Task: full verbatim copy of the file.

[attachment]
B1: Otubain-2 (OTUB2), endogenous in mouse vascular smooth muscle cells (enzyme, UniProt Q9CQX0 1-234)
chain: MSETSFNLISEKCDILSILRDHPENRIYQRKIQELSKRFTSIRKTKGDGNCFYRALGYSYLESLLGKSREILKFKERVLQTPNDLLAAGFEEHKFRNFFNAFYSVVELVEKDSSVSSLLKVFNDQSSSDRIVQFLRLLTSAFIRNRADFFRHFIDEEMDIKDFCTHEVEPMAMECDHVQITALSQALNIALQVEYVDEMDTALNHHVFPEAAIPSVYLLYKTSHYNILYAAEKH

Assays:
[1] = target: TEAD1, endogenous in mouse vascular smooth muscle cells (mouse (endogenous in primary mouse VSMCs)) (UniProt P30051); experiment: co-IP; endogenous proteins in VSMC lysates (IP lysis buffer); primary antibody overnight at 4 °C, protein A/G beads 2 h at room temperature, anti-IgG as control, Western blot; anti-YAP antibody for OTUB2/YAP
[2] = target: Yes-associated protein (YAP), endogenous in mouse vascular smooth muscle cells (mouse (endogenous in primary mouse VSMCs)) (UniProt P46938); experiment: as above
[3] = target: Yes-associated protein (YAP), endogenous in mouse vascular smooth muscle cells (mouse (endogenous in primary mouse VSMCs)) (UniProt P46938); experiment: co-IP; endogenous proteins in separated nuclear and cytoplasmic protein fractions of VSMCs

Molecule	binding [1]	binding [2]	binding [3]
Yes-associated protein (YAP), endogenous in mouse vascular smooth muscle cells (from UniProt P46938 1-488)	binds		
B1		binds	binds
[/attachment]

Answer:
B1: Otubain-2 (OTUB2), endogenous in mouse vascular smooth muscle cells (enzyme, UniProt Q9CQX0 1-234)
chain: MSETSFNLISEKCDILSILRDHPENRIYQRKIQELSKRFTSIRKTKGDGNCFYRALGYSYLESLLGKSREILKFKERVLQTPNDLLAAGFEEHKFRNFFNAFYSVVELVEKDSSVSSLLKVFNDQSSSDRIVQFLRLLTSAFIRNRADFFRHFIDEEMDIKDFCTHEVEPMAMECDHVQITALSQALNIALQVEYVDEMDTALNHHVFPEAAIPSVYLLYKTSHYNILYAAEKH

Assays:
[1] = target: TEAD1, endogenous in mouse vascular smooth muscle cells (mouse (endogenous in primary mouse VSMCs)) (UniProt P30051); experiment: co-IP; endogenous proteins in VSMC lysates (IP lysis buffer); primary antibody overnight at 4 °C, protein A/G beads 2 h at room temperature, anti-IgG as control, Western blot; anti-YAP antibody for OTUB2/YAP
[2] = target: Yes-associated protein (YAP), endogenous in mouse vascular smooth muscle cells (mouse (endogenous in primary mouse VSMCs)) (UniProt P46938); experiment: as above
[3] = target: Yes-associated protein (YAP), endogenous in mouse vascular smooth muscle cells (mouse (endogenous in primary mouse VSMCs)) (UniProt P46938); experiment: co-IP; endogenous proteins in separated nuclear and cytoplasmic protein fractions of VSMCs

Molecule	binding [1]	binding [2]	binding [3]
Yes-associated protein (YAP), endogenous in mouse vascular smooth muscle cells (from UniProt P46938 1-488)	binds		
B1		binds	binds